Now, the company intends on bringing greater fidelity to its interactive component by allowing users to pick up, prod, and punch objects in the game world using their actual fingers. This will work ‘natively’, meaning that no additional peripheral (such as a Leap Motion) would need to be in any way added or attached to the device.
This is possible thanks to the use of two camera modules, spaced apart so as to provide depth information in a similar manner to human eyes. Coincidentally, this is also how mobile phones with dual lens set-ups are able to provide ‘bokeh effects’ by separating background and foreground elements and applying a subtle blur effect to the former.
A demonstration shown at the conference saw a user moving their hands in and out, and then moving their fingers independently while each was recreated in wireframe on a screen located just behind them.
For now, users need to use the included controllers, which can simulate grasping and other actions, and which could also be used to simulate a gun, a fishing rod, a sword, or a range of other implements.
Prior to this unveiling, the only way to accurately track hand and finger movement like this was through the use of a Leap motion. This worked by using an infrared sensor, which could measure the distance from individual fingers. The Leap Motion could be used with a laptop to allow for air gesture inputs, or even taped to the front of a HTC Vive or Oculus Rift. Its limitations however lay with the fact that one finger could ‘occlude’ another – blocking its position from the Leap’s sight.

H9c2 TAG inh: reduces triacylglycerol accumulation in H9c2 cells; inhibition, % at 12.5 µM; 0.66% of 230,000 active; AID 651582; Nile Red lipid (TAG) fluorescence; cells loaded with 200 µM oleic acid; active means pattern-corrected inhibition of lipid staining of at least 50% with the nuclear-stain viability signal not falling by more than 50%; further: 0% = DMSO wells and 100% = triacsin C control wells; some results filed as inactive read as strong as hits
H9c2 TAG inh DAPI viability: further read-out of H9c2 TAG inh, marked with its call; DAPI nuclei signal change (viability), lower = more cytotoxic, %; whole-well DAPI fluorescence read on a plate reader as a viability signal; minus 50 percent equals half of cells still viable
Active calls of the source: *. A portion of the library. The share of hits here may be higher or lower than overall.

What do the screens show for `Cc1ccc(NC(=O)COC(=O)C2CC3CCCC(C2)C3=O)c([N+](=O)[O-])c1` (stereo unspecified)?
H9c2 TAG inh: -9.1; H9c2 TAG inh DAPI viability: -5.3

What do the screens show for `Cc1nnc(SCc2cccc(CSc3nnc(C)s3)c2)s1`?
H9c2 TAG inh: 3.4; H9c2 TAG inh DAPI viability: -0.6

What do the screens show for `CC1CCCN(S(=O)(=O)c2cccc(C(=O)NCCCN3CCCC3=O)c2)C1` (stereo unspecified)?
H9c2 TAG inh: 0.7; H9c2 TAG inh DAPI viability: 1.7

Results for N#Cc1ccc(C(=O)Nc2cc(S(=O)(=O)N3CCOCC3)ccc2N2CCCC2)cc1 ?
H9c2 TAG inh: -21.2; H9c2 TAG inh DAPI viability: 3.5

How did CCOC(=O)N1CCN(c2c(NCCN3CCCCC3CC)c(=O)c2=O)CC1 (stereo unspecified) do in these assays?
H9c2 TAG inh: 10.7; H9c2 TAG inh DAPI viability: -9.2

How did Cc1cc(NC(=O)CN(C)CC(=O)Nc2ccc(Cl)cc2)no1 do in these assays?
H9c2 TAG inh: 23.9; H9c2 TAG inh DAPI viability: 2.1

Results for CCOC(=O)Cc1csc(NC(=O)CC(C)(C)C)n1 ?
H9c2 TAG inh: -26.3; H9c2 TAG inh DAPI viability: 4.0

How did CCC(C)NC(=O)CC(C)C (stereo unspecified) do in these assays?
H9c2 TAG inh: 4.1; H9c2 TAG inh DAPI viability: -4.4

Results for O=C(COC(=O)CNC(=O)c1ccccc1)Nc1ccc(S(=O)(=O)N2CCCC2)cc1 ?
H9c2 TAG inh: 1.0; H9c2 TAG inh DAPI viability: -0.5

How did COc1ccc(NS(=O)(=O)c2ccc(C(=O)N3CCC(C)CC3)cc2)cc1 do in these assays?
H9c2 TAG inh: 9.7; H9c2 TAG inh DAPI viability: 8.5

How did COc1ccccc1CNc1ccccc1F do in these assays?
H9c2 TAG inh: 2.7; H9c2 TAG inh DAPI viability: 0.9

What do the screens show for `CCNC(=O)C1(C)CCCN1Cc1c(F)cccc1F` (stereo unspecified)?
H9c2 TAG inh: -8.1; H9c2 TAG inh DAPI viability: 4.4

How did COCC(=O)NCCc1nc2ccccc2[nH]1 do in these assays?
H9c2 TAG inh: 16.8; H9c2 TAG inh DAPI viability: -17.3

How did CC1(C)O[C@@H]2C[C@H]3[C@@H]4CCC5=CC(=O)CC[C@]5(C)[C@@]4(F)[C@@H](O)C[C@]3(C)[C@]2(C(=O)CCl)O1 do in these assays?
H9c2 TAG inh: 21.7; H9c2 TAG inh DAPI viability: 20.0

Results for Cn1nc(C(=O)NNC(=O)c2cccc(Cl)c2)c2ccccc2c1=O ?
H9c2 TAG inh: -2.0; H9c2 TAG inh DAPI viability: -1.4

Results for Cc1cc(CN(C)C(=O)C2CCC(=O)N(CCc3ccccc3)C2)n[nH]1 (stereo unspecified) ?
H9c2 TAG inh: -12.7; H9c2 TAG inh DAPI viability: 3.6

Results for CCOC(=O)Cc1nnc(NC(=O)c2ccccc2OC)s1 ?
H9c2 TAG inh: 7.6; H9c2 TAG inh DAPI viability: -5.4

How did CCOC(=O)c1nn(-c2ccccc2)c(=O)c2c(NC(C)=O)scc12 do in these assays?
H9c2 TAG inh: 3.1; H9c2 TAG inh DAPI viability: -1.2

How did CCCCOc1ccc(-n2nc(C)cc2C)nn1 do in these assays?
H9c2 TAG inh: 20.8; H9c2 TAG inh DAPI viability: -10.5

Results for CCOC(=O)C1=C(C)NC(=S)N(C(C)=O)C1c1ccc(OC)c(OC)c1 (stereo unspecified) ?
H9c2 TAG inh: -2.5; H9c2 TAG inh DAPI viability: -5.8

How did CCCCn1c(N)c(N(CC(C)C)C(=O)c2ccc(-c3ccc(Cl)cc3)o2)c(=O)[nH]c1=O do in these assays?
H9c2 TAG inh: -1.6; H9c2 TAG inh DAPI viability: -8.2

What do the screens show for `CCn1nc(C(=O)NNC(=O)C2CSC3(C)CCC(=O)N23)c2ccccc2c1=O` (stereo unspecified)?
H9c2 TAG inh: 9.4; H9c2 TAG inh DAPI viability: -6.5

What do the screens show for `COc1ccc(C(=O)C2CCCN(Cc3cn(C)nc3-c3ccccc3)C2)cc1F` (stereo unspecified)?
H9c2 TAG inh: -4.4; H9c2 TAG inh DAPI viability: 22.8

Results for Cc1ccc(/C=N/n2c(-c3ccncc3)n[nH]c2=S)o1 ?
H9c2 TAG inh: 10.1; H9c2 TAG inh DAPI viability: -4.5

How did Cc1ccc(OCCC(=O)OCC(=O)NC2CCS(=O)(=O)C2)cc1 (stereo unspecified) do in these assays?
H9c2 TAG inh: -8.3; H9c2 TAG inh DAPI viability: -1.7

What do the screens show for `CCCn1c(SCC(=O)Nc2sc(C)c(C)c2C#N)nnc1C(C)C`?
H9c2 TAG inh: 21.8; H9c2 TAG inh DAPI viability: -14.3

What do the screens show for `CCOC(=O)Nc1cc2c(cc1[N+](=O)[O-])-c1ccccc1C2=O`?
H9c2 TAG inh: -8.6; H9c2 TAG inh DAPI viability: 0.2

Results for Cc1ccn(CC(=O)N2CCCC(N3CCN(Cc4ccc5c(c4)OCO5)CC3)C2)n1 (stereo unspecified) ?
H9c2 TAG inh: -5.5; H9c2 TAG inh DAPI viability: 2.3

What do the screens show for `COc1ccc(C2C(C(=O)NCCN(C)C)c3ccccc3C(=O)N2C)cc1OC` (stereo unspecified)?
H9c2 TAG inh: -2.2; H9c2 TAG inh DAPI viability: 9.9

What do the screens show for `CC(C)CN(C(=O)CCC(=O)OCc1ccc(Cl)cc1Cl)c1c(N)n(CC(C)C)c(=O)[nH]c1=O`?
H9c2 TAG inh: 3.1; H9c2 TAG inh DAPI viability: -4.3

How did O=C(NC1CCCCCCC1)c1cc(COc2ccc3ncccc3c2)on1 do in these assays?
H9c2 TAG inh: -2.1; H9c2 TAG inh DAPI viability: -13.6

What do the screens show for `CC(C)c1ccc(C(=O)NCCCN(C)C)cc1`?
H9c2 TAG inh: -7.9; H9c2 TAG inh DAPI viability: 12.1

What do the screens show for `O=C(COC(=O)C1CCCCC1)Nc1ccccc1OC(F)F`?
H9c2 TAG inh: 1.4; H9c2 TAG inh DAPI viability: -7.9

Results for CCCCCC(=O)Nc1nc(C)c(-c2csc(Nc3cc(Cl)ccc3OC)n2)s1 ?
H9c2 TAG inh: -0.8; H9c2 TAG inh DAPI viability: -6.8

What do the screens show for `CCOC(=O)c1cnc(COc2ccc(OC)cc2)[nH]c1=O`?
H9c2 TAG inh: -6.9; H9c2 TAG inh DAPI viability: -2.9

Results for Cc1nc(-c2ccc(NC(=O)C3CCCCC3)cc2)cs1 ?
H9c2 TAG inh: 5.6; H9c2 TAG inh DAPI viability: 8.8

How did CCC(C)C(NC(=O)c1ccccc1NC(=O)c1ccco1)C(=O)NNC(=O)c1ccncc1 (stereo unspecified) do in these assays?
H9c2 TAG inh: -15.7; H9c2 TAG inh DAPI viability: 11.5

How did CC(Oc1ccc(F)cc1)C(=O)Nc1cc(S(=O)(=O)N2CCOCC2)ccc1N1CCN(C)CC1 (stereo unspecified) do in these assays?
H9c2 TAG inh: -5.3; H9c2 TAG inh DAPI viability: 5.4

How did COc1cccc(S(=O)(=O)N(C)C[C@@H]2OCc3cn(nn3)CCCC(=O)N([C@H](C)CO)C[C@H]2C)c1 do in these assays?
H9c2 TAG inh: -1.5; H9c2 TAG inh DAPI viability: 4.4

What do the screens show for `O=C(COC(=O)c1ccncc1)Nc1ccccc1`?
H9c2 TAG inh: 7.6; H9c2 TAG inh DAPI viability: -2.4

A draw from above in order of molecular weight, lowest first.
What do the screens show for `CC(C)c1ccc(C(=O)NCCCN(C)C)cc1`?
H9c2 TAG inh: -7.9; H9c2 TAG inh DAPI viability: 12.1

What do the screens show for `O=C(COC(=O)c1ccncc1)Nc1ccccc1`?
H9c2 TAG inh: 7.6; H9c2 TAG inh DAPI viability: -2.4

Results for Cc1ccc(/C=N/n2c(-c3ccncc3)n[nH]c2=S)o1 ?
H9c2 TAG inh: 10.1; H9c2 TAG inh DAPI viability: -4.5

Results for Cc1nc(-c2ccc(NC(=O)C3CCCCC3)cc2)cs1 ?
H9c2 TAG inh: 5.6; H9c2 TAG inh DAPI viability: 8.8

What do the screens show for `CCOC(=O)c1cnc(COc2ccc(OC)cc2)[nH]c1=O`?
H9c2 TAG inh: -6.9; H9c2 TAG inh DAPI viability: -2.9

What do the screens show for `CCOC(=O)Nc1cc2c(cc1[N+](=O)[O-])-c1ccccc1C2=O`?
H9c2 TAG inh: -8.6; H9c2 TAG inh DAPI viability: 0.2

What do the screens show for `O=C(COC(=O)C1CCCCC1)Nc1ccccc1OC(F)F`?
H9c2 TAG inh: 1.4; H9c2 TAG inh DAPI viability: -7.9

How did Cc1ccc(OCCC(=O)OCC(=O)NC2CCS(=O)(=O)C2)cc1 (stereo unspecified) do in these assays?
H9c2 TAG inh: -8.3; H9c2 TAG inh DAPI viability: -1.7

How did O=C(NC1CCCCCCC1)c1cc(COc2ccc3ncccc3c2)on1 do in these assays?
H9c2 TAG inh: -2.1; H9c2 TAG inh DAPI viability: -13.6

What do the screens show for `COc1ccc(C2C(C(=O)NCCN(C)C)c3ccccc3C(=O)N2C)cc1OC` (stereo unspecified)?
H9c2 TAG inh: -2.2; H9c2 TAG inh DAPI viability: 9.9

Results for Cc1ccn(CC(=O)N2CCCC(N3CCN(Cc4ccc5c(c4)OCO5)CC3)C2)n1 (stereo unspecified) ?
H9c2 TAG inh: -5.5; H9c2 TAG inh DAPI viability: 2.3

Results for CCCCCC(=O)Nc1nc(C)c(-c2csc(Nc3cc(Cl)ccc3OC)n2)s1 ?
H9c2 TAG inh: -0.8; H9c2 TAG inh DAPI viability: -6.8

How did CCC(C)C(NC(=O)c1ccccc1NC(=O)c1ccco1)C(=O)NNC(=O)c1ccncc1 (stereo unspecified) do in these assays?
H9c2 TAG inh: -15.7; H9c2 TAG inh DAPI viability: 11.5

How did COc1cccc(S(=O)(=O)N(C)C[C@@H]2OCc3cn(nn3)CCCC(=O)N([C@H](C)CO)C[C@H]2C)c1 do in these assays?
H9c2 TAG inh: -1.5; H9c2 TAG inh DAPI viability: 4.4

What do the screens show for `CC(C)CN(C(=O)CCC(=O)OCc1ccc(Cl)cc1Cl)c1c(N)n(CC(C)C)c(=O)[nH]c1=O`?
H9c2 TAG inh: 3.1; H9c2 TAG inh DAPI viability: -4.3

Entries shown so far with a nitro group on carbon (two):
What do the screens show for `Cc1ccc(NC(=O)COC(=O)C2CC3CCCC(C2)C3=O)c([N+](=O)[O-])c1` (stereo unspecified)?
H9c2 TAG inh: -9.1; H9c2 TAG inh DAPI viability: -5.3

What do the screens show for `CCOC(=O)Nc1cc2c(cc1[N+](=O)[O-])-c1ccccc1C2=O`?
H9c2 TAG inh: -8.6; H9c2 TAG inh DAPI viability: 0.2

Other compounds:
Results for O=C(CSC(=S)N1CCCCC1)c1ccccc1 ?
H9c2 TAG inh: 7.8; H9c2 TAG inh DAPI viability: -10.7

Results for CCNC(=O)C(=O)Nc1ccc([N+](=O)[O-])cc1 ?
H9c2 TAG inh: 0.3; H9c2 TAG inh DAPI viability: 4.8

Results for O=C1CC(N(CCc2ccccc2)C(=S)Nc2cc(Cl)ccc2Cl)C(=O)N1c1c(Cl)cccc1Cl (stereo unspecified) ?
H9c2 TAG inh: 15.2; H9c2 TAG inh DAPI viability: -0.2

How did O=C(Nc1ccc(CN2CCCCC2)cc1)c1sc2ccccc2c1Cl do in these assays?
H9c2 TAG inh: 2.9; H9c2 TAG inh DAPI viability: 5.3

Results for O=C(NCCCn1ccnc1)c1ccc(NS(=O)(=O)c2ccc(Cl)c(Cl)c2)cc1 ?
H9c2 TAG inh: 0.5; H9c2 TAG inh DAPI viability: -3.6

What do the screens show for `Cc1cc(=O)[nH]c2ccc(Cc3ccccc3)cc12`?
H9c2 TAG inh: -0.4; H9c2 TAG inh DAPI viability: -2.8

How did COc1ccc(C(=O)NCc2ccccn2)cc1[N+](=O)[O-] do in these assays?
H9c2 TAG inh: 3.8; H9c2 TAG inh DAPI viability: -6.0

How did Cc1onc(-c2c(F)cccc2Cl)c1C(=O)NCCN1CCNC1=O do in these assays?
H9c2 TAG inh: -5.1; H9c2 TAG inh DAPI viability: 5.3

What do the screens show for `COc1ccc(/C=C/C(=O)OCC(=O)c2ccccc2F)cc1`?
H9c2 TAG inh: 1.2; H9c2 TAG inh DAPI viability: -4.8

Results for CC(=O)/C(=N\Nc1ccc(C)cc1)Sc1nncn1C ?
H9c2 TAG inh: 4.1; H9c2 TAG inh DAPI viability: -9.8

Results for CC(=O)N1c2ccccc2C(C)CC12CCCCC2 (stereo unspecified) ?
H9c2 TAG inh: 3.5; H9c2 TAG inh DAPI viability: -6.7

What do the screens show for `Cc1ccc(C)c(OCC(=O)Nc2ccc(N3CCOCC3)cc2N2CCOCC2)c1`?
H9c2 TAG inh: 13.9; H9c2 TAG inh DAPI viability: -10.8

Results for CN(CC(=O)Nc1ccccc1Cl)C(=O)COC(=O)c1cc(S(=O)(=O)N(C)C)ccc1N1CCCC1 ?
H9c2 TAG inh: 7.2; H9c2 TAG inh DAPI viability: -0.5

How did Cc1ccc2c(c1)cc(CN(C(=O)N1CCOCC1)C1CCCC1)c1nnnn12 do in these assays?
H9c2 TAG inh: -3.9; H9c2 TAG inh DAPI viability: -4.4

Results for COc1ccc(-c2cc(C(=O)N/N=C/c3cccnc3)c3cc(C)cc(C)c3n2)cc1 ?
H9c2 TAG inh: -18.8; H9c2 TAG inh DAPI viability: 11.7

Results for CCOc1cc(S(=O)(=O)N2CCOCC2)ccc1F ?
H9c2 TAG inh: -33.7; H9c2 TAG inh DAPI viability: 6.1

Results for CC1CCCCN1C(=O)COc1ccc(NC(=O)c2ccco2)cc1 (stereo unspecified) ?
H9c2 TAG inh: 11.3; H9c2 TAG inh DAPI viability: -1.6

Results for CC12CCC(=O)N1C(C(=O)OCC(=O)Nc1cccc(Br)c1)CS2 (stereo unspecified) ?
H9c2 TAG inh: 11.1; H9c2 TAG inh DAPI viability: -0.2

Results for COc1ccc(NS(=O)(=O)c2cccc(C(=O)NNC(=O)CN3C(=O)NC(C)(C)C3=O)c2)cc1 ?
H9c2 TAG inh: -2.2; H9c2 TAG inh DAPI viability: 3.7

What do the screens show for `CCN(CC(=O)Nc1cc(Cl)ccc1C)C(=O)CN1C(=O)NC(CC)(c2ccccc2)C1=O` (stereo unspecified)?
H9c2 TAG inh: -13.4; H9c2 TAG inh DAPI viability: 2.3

The same issue could also be present for the HTC Vive, and in the demo, the user was only seen holding their hands up directly in front of their face. If this were a limit for the technology, then it would seriously reduce the number of potential applications – though this is not to say that it wouldn’t have some interesting uses even then.
It’s also worth noting that if this technology is only available for the Vive Pro, then it would create some division between users and what they could expect to experience.
What kinds of applications could we see with finger tracking? Obvious options include things such as inputs – where users could type words out on a keyboard, or even play musical instruments. Likewise, games could allow for much more precise interaction; users could engage in tasks require significantly greater dexterity, such as picking up chopsticks. This could have fun gameplay opportunities, while also making interactions more intuitive and immersive.
It would also be interesting to see how Oculus might react. The two headset manufacturers have been embroiled in something of an arms race, with Oculus racing to catch up to the Vive’s room-scale tracking, and HTC struggling to offer its hardware at a competitive price.
Until now, the Rift had the edge with its ‘Touch controllers’. This could very well change the game all over again.
Good news for us – as its this kind of competition that drives competition and ultimately leads to better experiences for users.